Civil liberties began to be eroded as Home Rule came to take on some of the features of “Rome Rule”. In 1925 divorce was abolished. Until that time people living in Ireland had been able to get divorced on the same terms, strict as they then were, as people living in England. This was stopped, and it applied to Protestants as well as Catholics. In 1929 a “Censorship of Publications Board” was set up which proceeded to ban the import and sale of books the Catholic hierarchy found offensive. Education in Ireland always had been denominational, but the new government made no attempt to set up non-sectarian State schools. Quite the contrary. It gave the Catholic Church a virtual free hand in the education of those whose parents were Catholics, i.e., the overwhelming majority of Irish school-children. The only price they had to pay for this was the cost of subsidising separate Protestant schools for the small Protestant minority. But the move that was to make the South of Ireland virtually a Catholic State—the 1937 Constitution—was the work not of the pro-Treatyites but of their Republican opponents.
In 1926 De Valera led a group of supporters out of Sinn Fein, the IRA’s political wing, after a small majority had refused to endorse his proposal to use the ballot-box and Free State parliament to try to establish (or restore, as he put it) "the Republic”. Thus was founded Fianna Fail, now Ireland’s normal governing party.
Fianna Fail inherited its economic programme from the original Sinn Fein, promising “to encourage native industries that minister to the needs of the people, to protect them by such tariffs, subsidies and other methods as may be necessary”. The new party also promised protection for agriculture and "to break up the large grazing ranches and distribute them amongst young farmers and agricultural labourers”. Fianna Fail in fact was basically the party of the small farmer and its agricultural policy, which included increased tillage in place of raising cattle for export to Britain, opposed their interests to those of the big cattle farmers which the then government (whose political descendants are Fine Gael, the main Irish opposition party) tended to represent.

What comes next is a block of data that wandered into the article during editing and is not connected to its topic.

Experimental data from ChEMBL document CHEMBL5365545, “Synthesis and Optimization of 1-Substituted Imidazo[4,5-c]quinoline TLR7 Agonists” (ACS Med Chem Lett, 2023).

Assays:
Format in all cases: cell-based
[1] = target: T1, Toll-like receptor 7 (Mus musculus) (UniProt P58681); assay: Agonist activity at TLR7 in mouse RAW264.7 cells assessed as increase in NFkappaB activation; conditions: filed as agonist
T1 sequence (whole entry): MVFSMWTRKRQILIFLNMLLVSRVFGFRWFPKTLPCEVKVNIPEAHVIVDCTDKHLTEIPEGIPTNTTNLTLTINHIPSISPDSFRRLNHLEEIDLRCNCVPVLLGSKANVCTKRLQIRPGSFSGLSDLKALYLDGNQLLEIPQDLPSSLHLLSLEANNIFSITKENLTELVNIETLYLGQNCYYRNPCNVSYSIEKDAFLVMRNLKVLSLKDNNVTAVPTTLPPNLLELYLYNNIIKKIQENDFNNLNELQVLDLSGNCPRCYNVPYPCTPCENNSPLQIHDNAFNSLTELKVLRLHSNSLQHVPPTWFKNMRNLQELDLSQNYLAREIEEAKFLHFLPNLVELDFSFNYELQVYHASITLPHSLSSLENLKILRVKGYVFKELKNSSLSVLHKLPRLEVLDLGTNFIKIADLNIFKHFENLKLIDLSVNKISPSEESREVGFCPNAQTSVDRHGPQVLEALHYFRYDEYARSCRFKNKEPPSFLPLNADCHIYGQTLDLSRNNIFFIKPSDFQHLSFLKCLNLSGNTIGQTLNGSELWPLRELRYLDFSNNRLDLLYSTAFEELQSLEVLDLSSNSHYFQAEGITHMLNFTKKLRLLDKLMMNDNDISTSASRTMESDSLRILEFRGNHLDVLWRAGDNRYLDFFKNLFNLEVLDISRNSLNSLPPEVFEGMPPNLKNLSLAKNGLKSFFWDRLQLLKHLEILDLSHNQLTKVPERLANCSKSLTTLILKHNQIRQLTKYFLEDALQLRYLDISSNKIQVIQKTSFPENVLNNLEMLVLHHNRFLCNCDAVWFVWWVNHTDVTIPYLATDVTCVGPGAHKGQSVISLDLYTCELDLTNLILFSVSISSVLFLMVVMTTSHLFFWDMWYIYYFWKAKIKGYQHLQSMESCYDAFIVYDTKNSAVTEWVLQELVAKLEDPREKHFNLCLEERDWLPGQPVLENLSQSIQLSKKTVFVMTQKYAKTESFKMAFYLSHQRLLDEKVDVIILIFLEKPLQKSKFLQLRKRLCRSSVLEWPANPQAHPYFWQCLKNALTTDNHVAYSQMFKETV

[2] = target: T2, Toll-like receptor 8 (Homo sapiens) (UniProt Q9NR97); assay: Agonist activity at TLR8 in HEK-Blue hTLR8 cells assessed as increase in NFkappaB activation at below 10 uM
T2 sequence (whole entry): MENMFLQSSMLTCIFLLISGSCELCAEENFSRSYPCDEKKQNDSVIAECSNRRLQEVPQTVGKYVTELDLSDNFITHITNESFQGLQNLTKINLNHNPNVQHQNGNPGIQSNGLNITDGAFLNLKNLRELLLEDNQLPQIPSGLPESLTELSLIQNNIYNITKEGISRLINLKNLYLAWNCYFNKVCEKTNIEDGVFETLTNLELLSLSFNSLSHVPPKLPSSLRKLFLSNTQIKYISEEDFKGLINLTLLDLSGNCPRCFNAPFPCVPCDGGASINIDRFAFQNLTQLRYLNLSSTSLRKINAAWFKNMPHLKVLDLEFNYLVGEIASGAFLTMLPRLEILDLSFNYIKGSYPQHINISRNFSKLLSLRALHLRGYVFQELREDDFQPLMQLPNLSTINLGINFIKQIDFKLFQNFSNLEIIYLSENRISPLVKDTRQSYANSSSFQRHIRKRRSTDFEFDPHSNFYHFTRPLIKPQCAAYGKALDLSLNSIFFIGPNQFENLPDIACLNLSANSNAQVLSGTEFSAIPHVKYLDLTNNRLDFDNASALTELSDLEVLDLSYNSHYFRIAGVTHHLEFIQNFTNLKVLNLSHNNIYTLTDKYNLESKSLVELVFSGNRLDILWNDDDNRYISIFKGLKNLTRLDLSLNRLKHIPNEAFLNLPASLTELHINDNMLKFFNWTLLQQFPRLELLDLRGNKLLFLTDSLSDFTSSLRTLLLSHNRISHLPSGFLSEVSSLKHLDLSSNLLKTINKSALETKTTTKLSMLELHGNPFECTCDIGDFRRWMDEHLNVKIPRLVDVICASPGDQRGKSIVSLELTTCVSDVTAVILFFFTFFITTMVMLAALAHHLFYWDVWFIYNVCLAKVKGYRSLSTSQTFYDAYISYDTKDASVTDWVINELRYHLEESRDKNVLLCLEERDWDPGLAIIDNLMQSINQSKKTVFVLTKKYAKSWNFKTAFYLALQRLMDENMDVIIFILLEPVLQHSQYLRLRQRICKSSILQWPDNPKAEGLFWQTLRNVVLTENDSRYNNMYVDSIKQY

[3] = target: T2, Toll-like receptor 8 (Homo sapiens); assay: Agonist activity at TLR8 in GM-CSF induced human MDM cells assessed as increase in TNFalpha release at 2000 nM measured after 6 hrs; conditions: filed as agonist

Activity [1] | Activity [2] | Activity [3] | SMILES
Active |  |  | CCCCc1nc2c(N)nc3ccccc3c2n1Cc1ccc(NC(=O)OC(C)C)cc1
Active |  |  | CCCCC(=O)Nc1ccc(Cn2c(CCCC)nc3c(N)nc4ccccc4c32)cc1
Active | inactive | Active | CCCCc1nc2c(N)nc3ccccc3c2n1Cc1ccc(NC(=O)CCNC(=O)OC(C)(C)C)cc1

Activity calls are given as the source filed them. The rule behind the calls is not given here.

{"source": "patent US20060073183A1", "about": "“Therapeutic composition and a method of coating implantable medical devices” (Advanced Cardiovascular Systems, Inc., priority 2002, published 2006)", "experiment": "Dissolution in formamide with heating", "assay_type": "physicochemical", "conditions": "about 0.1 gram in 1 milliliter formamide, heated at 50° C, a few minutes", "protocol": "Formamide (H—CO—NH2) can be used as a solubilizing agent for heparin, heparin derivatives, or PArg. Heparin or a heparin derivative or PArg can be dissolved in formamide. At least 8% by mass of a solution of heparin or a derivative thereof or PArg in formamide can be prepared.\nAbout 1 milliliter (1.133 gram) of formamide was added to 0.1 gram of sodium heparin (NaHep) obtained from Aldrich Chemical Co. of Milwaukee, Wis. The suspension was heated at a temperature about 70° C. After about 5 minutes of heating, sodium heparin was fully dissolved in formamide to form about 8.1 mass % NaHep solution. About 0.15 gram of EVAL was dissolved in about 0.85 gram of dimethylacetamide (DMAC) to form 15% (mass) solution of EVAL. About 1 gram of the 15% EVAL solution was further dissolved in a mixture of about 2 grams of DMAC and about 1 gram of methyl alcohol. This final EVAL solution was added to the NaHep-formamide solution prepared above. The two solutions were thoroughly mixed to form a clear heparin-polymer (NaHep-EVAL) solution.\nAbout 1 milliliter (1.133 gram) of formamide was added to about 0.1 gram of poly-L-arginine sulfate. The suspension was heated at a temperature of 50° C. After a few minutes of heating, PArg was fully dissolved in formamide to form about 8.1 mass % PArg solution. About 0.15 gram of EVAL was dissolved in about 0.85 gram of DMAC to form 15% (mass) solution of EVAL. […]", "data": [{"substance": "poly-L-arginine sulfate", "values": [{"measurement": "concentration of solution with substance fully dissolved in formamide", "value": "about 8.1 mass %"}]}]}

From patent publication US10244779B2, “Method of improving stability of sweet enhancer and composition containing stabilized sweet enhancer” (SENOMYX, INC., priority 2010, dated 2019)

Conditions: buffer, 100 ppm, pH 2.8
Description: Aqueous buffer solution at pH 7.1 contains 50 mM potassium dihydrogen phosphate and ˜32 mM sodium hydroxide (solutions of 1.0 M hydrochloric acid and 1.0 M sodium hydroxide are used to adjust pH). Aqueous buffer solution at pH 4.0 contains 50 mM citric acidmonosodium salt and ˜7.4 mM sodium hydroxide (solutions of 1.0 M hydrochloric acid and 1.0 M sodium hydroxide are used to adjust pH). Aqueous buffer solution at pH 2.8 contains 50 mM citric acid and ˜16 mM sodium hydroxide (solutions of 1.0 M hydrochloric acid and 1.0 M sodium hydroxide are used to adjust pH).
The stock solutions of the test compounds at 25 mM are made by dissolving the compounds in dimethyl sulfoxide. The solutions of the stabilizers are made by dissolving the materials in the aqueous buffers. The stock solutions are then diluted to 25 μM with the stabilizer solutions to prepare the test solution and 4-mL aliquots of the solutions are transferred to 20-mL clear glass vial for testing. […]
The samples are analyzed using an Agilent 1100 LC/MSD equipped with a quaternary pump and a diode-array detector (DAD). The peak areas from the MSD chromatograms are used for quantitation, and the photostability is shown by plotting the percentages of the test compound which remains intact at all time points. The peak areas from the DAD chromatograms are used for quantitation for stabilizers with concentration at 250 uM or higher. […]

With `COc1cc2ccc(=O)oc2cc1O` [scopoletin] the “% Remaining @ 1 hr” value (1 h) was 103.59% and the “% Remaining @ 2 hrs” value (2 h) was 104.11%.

Fianna Fail made rapid headway and by 1932 was the majority party, with De Valera as Prime Minister. The new government proceeded to do precisely what the Belfast capitalists had always believed a Home Rule government would sooner or later do: erect tariff walls behind which Irish manufacturing industry could grow. Indeed the declared—and quite unrealistic—policy of Fianna Fail at this time was “a self-sufficing Ireland, an Ireland not dependent for its economic life on its external trade” (Fianna Fail 1926-1951).
Steps were taken to emphasise Ireland’s formal independence from Britain—the oath of allegiance was abolished; the Governor General sacked, and a brand new republican constitution enacted—none of which had any relevance whatsoever to the problems the working class of Ireland were facing in the midst of the Great Depression of the thirties.